Why I’m Running for Congress
My name is Tom Brier, and I am running as a Democratic candidate for Congress in Pennsylvania’s Tenth Congressional District.
It has been said that each generation must win its own fight for freedom. For those of us here in Central Pennsylvania, that time has come. Now more than ever, this country needs honesty and candor in its political life.
Like Robert Kennedy, I believe that we are strong enough to be told the truth of where we stand. I believe that we possess the ability and the desire to understand where we as a country have gone wrong. And I believe that the time has come for all of us — young and old, teacher and student, parent and child, Republican and Democrat — to reaffirm our commitment to one another and create for ourselves a new destiny of peace and prosperity.
To do so, we must first confront the facts. Here are a few: Pennsylvania is home to more opiate deaths per day than any state in the country; our students graduate with the nation’s highest average student loan debt; our infrastructure ranks 48th out of 50 states; and our unemployment rate ranks in the bottom 1/3. A Molotov cocktail of false prophets, corporate greed, and racist creeds has supplanted upward mobility and social stability with downward despair and communal division. At long last, we must say come together and say: “Enough.”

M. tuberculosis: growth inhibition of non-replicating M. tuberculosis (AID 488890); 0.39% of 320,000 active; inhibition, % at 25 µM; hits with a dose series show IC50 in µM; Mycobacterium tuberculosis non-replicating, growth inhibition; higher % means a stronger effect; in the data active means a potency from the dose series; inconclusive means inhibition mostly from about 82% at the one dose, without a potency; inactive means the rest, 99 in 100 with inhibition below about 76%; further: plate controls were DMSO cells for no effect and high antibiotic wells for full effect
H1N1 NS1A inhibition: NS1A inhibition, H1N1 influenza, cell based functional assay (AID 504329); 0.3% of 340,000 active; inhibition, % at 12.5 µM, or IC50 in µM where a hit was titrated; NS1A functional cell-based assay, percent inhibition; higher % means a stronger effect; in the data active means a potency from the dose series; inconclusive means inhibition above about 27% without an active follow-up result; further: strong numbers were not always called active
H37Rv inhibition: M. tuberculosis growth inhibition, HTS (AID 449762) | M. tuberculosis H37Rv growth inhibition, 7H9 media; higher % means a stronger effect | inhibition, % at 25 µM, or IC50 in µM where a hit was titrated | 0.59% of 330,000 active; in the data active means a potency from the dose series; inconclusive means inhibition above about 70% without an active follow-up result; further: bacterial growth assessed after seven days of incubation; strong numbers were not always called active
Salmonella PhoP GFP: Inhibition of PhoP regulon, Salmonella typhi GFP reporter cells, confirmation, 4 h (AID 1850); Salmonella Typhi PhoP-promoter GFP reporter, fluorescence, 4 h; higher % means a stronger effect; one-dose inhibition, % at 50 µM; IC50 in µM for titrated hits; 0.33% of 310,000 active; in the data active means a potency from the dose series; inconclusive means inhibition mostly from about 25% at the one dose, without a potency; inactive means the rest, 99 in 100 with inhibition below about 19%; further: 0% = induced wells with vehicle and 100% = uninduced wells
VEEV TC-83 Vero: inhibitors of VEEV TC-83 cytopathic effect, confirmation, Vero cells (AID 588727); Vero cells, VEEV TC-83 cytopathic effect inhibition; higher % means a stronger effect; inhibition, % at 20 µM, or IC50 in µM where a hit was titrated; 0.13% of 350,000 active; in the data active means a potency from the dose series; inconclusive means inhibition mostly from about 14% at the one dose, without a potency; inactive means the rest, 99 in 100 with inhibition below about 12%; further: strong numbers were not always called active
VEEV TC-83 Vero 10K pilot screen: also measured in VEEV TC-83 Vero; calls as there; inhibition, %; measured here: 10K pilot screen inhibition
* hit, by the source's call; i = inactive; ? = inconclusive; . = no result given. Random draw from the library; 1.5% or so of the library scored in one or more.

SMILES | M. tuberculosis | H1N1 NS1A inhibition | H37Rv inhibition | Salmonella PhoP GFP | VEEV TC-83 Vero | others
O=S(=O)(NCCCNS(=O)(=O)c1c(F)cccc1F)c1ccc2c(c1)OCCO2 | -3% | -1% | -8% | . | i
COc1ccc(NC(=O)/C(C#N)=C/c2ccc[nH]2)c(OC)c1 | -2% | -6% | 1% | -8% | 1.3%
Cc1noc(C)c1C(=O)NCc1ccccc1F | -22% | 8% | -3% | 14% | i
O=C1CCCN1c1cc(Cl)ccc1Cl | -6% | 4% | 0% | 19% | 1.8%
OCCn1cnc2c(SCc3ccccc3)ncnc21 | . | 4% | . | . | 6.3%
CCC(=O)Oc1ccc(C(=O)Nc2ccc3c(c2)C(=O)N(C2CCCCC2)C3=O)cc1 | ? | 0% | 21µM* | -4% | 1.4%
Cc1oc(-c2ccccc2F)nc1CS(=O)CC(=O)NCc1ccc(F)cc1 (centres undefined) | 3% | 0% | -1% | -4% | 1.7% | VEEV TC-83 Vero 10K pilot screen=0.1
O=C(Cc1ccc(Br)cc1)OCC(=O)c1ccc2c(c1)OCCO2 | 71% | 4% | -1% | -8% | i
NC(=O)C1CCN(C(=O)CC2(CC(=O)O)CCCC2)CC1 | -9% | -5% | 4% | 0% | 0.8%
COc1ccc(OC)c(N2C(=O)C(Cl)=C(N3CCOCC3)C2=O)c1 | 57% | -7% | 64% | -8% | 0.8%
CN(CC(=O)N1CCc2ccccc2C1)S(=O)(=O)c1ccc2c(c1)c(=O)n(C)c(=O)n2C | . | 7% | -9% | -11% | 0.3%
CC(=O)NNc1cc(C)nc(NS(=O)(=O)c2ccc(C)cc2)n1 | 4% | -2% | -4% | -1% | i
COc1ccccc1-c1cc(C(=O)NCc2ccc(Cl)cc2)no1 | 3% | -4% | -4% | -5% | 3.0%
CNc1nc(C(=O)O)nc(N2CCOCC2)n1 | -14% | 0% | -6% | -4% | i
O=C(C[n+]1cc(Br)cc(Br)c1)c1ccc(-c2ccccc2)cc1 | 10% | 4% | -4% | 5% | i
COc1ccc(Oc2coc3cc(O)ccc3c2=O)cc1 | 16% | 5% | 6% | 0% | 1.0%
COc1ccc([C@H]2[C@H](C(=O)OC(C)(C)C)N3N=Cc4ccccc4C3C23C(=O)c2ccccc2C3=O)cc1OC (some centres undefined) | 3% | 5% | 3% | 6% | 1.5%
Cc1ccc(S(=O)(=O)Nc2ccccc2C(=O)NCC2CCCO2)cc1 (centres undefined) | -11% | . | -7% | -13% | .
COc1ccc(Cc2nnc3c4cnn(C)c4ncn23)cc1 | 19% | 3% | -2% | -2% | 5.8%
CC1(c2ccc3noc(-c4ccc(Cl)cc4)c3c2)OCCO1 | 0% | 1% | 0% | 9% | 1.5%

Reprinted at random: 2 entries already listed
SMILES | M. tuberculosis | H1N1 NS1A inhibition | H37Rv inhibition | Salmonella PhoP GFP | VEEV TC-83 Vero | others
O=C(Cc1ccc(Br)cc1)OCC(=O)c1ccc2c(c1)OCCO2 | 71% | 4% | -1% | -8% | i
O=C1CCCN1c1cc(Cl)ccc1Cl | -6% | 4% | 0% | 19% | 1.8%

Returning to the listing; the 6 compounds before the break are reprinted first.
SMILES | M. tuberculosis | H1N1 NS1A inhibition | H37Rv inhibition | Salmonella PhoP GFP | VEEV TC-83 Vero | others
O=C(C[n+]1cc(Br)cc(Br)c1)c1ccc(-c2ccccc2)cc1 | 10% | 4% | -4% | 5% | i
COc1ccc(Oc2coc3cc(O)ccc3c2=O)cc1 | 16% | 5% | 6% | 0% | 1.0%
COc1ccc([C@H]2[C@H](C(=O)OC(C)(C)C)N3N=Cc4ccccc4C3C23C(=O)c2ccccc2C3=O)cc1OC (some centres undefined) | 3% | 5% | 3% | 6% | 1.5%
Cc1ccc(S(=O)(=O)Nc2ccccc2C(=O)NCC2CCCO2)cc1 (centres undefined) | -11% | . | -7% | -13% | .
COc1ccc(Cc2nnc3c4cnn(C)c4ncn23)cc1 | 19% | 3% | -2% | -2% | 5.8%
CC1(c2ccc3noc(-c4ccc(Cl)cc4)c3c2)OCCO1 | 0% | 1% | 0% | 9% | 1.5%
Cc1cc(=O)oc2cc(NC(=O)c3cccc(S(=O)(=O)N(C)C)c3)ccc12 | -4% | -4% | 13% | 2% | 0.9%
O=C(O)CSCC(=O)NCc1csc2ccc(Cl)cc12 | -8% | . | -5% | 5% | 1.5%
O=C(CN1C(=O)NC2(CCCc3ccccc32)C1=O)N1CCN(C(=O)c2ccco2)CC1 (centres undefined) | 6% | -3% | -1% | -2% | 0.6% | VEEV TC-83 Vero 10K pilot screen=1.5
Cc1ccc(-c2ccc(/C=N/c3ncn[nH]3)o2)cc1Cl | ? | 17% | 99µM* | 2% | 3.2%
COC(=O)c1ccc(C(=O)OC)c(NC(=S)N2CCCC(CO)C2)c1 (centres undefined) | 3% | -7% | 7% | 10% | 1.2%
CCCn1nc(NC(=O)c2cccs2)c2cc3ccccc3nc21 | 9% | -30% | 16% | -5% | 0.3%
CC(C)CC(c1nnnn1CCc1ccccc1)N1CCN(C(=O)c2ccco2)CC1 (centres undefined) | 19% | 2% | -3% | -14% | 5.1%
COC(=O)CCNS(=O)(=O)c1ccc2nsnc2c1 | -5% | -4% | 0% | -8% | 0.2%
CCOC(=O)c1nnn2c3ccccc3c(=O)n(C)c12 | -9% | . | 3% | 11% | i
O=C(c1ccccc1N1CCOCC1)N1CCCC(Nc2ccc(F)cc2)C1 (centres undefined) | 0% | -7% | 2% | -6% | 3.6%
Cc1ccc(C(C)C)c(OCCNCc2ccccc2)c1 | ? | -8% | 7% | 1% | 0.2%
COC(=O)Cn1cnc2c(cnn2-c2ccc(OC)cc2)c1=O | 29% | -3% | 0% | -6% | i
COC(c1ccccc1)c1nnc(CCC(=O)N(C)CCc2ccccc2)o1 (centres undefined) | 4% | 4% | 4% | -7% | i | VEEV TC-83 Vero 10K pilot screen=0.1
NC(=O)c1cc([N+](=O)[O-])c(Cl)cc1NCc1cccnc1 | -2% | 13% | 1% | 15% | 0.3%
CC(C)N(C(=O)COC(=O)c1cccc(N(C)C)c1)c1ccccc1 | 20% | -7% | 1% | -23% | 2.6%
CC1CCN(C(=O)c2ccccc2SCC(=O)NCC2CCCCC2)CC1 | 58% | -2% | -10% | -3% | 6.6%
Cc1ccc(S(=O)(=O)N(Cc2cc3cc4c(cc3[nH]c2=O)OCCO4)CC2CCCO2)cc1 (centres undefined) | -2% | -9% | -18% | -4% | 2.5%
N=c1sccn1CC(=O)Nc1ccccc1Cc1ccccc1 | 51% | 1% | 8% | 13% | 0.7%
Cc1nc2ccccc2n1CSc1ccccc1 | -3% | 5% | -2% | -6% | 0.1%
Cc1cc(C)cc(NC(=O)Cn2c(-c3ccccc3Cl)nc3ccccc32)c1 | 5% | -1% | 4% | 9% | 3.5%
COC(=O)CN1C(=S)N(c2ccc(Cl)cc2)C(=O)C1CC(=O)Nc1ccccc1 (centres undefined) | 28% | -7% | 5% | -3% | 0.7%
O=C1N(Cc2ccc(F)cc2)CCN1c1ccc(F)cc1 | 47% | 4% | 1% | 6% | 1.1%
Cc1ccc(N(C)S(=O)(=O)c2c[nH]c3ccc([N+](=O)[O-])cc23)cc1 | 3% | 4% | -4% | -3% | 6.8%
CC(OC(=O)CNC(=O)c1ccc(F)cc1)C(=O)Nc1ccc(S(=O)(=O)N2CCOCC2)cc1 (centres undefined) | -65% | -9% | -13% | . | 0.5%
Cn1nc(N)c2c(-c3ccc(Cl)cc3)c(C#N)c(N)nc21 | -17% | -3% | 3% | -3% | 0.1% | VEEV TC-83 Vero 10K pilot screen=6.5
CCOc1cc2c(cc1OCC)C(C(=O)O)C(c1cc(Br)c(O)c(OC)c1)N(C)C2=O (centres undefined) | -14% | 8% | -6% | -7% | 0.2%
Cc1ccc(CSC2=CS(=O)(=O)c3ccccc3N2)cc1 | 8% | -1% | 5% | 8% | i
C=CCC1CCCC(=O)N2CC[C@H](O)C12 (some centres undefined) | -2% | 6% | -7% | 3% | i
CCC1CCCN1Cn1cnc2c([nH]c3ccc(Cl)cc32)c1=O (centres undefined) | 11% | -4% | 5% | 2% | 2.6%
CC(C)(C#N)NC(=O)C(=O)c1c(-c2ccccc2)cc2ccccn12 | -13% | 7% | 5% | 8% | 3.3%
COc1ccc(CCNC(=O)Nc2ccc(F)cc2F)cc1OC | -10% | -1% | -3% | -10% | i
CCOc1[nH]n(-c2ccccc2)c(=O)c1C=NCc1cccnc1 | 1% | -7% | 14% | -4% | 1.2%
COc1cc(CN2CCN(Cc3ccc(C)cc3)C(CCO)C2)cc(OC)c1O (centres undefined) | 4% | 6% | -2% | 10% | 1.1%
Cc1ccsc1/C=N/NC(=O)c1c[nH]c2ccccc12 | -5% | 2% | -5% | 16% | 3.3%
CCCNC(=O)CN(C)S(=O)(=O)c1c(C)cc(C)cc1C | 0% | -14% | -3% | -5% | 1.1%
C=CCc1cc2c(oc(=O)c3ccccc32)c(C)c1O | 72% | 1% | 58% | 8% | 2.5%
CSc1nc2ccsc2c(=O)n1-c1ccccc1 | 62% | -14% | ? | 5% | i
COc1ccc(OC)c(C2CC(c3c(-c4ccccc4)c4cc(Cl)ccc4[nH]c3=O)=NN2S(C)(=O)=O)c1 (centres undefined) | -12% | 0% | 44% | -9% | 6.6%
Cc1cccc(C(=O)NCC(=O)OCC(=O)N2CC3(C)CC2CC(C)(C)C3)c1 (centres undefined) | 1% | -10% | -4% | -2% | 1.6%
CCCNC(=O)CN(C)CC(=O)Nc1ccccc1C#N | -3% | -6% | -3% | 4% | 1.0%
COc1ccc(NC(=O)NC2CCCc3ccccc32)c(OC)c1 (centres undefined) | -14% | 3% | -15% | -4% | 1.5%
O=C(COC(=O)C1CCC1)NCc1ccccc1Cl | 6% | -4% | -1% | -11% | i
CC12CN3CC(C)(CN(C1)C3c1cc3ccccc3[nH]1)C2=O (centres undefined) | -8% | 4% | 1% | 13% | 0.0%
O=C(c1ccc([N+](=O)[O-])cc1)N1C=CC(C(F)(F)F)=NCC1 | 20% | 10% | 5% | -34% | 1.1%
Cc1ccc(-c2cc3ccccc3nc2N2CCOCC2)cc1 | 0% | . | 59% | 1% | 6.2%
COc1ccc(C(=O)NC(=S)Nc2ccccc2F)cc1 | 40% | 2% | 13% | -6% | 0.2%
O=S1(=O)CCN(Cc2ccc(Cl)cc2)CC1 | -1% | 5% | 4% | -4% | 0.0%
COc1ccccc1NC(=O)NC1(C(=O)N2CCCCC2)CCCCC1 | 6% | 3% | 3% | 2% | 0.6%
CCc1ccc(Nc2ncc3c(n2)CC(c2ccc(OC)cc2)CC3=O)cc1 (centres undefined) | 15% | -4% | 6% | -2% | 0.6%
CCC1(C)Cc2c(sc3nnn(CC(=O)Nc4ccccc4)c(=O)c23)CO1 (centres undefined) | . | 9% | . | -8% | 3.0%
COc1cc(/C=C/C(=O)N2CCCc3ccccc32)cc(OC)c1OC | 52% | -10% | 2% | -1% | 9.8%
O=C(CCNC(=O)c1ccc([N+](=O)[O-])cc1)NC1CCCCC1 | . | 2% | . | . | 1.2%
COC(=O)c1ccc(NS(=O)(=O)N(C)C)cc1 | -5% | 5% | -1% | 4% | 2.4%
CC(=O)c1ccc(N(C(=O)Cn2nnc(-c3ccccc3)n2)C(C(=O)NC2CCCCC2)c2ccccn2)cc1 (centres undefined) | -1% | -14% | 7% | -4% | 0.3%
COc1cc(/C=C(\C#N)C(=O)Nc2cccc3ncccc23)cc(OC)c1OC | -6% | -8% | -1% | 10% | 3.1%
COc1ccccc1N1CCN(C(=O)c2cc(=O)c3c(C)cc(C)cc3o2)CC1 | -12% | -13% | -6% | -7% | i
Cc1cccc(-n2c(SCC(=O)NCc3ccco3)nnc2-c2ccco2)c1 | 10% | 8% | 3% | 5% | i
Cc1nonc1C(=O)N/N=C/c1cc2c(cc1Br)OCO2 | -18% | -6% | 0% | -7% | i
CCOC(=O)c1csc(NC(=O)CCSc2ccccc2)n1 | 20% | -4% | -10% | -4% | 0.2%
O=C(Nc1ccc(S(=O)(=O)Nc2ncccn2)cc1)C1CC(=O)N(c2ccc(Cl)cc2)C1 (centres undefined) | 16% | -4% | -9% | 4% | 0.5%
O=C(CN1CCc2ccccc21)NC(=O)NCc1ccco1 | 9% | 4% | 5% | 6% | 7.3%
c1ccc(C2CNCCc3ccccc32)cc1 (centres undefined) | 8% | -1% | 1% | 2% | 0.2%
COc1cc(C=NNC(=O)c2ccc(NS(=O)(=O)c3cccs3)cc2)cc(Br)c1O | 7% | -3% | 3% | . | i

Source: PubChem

I am running for Congress because, like you, I have felt the effects of these facts. I have lost friends to the nondiscriminatory disease of opiate addiction. I have a six-figure student loan bill. I have seen my mom, a Reading Specialist at a local public school, use her salary to buy supplies for her students, most of whom come from low-income families. I have seen friends and family forgo buying medicine they need because they simply can’t afford it.
I run for Congress because disastrous, divisive policies can be changed only by changing the representatives who make them. I run for Congress because I believe it is time for a new generation of leadership — a generation comprised of the young in age and the young in spirit; a generation that prefers creative experimentation to rigid ideology; and a generation prepared to offer a new vision for recapturing America’s moral leadership in the world.
With civic friendship as our guide, shared sacrifice as our duty, and history as our judge, let us embark, in the words of Dr. King, on a radical revolution of values; a revolution rooted in the garden of growth rather than the desert of despair.
Let us build not walls, but bridges; let us secure affordable healthcare not for the privileged few, but for the entire nation; let us repair a capitalist system that rewards not billionaires, but working families. Together, we can promote the common good over self-interest and create for ourselves a future in which each person is afforded the opportunity to pursue his or her own form of happiness.
If we do well here in Central Pennsylvania — if we meet our obligations with firm resolve; if we move ahead and not behind; if we conquer the challenges of our time — not only will we secure peace and prosperity here at home, but we may very well secure peace and prosperity across the United States. As Pericles said of Athens: “We do not imitate — for we are a model to others.”
The eyes of the country are on us. The mood is ominous and the challenge is urgent. But this is a new beginning, and we are not alone. So let us aim higher. And let us begin.